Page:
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“Home is where the Art is”

The Arundel Gallery Trail started in 1989, ten years after the first Arundel Festival, which had no visual arts element. Ann Sutton, MBE had the original idea and within hours had the support of Oliver Hawkins, Renee Bodimeade and Derek Davis. These four founders were local, but established, artists or art teachers.


50 Temporary Galleries of Contemporary Art

They achieved their aim to create a circular walking trail within the town centre, on which visitors could see “50 temporary galleries in cellars, conservatories, front rooms and back yards of houses, shops and offices”. The original route took in Tarrant Street, Maltravers Street and the High Street. Being so compact, without the need for a car to see every venue, it was the first of its’ type in the world, a format that is now copied in towns and villages throughout Sussex and beyond.

It is a testament to the founders that in that first year they included 50 galleries in the Trail Guide. The format was the same then as it is now: “Several studios of resident artists will be open, plus the commercial galleries. Exhibitions are one-person shows of painting, sculpture, photography and the crafts: Some of the artists are well known locally, while others have international reputations. All live and/or work in Arundel”.

Artists who took part in 1989 will be familiar to regularly Trail goers and followers of the Sussex “Art Scene”: Derek Davis; Neil Holland; David Peduzzi; Ann Sutton; Oliver Hawkins; Matt, Nick and Miles Bodimeade; Andy Waite; Bill Philip; Val Lishman; Josse Davis; Ruth Davis and Jaques Ruiterman. Incredibly many of them have been regular exhibitors over the years, and some will exhibit in this special anniversary year.

Other artists joining in the early years, also became mainstays. These include:

  •   Geoff and Amanda Metcalfe, whose group shows were legendary and at whose house on King Street many Trail meetings took place.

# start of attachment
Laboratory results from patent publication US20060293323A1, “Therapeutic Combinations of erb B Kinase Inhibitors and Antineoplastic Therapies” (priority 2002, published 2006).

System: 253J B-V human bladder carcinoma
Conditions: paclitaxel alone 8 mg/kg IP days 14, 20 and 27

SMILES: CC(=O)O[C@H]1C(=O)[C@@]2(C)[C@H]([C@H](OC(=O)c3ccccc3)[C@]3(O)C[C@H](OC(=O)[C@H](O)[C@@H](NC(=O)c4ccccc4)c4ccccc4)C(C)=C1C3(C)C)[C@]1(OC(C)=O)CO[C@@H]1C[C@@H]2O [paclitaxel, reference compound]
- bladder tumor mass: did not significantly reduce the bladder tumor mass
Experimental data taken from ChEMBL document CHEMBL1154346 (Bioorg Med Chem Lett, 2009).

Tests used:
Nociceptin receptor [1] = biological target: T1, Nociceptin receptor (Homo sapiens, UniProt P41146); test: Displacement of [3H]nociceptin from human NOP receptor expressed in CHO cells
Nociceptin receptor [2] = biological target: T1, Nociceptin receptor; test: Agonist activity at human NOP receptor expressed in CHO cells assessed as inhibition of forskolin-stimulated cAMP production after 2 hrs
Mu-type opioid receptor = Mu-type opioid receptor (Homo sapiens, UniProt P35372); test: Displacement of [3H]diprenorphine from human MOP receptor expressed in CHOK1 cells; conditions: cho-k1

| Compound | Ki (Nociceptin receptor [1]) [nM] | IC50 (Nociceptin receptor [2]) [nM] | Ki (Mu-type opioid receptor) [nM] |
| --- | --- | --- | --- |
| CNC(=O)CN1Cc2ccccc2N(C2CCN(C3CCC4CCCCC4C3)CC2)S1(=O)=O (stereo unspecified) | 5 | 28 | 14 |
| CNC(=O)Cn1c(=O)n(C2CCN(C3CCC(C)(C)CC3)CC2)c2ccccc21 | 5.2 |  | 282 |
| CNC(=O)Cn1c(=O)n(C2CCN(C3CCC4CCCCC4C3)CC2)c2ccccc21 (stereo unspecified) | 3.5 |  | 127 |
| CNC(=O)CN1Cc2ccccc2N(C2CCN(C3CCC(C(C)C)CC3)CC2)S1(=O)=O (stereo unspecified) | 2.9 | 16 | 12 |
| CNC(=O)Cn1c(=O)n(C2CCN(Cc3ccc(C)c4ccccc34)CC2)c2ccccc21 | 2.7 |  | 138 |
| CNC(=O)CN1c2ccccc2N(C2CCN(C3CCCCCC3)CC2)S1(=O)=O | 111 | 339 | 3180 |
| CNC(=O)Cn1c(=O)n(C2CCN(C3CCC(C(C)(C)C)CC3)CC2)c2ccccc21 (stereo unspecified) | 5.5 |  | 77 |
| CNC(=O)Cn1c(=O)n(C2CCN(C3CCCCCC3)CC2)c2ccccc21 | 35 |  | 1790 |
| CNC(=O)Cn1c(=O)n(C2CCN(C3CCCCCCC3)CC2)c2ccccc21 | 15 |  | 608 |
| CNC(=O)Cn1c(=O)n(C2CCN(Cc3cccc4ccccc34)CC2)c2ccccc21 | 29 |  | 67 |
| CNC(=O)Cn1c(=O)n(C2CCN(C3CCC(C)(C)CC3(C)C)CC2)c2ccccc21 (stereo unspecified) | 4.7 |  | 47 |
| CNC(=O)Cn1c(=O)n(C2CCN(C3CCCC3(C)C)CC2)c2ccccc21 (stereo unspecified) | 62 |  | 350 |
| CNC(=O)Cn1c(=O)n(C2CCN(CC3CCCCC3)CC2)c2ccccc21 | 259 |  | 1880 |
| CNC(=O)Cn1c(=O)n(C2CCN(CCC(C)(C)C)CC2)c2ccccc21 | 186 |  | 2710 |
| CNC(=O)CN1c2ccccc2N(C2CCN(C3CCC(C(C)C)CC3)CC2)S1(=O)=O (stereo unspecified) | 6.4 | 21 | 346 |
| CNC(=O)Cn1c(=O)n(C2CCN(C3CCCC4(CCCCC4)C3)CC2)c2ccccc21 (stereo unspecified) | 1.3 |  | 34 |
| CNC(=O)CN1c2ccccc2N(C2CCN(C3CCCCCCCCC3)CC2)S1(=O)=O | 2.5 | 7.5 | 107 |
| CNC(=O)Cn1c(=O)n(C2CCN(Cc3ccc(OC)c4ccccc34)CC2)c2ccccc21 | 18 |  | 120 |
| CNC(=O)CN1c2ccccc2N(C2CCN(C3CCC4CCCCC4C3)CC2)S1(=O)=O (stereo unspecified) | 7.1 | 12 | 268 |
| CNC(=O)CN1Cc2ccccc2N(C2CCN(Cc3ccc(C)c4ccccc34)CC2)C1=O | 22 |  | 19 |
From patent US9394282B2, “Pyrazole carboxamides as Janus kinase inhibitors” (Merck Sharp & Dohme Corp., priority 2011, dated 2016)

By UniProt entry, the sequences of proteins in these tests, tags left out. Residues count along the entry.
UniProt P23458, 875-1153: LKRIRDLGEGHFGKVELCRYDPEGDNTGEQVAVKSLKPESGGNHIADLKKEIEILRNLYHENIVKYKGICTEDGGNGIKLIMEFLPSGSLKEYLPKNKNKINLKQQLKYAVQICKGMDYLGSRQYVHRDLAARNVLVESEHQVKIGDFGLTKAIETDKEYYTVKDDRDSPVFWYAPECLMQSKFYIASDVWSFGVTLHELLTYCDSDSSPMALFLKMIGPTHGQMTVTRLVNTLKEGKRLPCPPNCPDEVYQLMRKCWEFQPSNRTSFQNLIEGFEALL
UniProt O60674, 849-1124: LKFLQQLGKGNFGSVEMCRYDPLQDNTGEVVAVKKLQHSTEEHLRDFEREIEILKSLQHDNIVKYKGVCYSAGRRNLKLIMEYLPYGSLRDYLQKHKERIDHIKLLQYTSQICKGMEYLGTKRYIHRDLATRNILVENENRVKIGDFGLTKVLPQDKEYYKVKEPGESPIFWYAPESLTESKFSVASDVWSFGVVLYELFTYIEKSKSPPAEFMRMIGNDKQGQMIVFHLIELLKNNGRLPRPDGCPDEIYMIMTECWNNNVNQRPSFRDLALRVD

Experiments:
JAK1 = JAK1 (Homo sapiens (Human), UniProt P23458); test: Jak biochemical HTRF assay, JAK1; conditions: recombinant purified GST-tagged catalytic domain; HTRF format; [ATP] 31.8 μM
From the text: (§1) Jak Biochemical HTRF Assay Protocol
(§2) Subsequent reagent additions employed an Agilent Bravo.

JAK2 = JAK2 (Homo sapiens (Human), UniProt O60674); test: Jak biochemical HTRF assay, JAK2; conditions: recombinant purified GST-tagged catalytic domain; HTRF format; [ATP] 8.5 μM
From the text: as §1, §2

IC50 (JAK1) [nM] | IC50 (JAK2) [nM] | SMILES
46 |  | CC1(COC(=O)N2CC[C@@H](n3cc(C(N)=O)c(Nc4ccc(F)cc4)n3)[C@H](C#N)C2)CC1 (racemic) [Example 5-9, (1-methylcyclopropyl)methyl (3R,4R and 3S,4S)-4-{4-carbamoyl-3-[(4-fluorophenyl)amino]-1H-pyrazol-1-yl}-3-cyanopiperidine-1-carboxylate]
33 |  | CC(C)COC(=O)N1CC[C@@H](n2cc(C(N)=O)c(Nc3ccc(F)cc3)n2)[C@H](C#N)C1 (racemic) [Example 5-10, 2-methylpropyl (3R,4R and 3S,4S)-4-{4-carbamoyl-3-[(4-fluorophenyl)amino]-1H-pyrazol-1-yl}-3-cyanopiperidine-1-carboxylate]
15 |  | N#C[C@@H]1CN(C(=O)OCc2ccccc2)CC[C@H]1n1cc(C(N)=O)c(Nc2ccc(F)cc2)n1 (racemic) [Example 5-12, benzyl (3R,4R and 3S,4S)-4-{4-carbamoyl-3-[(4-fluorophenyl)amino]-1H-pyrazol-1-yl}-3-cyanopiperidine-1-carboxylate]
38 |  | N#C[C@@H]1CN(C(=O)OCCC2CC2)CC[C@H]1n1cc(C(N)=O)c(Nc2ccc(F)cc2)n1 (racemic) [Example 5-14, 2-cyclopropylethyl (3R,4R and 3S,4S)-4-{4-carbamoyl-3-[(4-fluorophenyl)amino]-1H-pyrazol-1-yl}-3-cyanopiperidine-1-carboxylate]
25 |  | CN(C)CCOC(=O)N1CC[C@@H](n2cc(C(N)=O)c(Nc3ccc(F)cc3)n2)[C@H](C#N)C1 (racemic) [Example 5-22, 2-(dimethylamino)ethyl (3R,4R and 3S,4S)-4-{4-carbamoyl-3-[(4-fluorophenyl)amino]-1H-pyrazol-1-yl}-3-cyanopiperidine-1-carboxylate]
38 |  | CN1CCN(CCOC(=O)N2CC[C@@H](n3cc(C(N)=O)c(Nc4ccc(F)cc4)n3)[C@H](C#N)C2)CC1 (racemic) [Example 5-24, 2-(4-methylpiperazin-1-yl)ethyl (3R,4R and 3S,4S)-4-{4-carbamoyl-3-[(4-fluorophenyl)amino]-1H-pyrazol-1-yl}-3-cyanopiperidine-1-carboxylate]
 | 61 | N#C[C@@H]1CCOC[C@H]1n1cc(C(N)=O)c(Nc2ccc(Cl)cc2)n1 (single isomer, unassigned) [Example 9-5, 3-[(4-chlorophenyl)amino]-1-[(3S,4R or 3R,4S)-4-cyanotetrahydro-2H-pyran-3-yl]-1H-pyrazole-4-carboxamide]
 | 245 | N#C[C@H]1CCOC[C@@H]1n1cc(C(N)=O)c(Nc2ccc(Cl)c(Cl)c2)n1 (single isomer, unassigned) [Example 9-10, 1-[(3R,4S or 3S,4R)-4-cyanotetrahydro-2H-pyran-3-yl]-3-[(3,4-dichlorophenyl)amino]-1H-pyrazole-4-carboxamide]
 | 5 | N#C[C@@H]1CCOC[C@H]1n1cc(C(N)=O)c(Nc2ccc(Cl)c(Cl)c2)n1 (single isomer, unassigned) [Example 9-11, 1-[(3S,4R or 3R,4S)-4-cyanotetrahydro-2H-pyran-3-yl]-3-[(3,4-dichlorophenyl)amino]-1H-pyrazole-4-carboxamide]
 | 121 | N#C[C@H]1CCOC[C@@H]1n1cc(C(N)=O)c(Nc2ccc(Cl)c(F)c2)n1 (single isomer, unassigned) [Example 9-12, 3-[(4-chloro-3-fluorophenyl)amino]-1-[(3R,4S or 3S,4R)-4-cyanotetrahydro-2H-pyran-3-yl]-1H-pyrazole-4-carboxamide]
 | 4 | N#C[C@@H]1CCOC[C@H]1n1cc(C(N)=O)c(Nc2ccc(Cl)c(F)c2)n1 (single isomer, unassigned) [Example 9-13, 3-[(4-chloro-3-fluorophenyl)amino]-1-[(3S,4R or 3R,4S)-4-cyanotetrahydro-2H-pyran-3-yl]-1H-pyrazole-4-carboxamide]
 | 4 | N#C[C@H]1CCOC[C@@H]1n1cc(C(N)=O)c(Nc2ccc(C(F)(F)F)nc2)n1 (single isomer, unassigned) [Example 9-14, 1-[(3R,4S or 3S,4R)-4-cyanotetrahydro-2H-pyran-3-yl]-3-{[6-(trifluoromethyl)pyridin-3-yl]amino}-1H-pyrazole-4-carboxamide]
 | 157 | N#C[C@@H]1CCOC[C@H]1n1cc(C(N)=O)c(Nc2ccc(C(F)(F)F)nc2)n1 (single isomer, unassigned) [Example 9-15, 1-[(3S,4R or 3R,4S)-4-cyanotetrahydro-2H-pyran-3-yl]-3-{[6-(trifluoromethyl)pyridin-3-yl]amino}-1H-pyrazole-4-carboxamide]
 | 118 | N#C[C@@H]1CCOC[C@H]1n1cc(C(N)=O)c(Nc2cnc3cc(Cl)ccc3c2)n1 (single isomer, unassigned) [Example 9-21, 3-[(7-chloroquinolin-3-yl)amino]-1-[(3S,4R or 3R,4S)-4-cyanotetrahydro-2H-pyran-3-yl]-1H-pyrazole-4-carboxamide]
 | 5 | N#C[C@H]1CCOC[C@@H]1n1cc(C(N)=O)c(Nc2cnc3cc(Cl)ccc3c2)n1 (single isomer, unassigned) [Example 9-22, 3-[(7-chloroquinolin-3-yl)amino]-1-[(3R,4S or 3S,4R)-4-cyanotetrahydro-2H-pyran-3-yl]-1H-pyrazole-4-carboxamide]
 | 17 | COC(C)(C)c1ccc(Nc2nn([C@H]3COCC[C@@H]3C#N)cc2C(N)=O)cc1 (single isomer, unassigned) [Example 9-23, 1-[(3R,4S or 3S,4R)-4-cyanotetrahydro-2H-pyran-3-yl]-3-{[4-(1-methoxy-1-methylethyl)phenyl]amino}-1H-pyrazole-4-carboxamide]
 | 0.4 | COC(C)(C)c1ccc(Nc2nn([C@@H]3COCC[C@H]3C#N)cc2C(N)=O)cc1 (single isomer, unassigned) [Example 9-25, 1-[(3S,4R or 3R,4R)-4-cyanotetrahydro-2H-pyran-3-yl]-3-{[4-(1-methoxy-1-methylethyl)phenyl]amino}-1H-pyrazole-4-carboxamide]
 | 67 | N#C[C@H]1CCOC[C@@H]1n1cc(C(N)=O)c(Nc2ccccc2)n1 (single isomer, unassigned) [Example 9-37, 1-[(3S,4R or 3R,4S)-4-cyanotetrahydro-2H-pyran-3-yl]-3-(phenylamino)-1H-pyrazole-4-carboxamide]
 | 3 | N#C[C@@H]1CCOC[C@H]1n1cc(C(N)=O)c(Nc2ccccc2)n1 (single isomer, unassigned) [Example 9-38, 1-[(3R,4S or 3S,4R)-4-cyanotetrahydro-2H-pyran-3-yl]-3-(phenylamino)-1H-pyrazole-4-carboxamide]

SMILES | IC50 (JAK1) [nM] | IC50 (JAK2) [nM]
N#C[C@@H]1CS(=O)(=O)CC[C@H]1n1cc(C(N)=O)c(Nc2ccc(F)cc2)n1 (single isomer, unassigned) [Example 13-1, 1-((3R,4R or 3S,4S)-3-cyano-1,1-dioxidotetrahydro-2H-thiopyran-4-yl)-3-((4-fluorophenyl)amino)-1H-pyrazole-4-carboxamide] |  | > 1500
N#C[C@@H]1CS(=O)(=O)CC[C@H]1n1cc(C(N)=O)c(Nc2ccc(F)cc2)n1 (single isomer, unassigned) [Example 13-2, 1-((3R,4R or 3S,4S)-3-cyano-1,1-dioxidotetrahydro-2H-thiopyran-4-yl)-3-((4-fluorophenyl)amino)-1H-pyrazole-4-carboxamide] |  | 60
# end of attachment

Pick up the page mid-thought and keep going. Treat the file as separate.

•   Johnny Woodford, whose sculpture installation ‘The Bends’ will be on show in 2018.

  •   Peter Neuner, whose sculptures from found materials delight viewers.

  •   Andrew Borley, water colour painter, who with photographer Susie Jenkins showed for many years.

  •   Giles Penny, then a resident, and whose sculpture “Waving Man” will be on the Causeway roundabout this year.

  •   Karin Suhrbier (Andy Waite’s wife) producing multi media works of flora.

  •   Veronique Maria with her relief paintings.

  •   Eric Mellon, whose paintings and ceramics portrayed Greek myths and the circus.

  •   Emily Ball, with her abstract paintings and who now teaches art in East Sussex.

  •   Carolyn Genders, now an established ceramicist and writer.

  •   Victor Stuart Graham, whose found wood painted houses and boats are now seen across the South of England.

  •   Nick Plumley, whose watercolours of local church paintings were reminiscent of John Piper.

  •   Andrea Schulevitz showing minimal conceptual sculpture.

  •   Barbara Macfarlane, now showing her abstract landscapes internationally with Rebecca Hossack Gallery.

  •   Piers Ottey now established at the Mill Studio, Ford where he paints and teaches.

  •   Alison Milner-Gulland with her mixed media Sussex landscape paintings and prints.

  •   Christian Doyle with her regular documentary photographic exhibitions, most memorably ‘Traders’ in 2000 showing portraits of 250 local people at their work.

  •   Brenda Nassarian with her decoupage furniture pieces.

  •   Lawrence Dicks minimal sculpture inspired by nature.

  •   Chris Milton with his finely carved marble now has an established reputation in his own right.

  •   Robert Oliver Jones whose figurative paintings have generated a strong following for his work.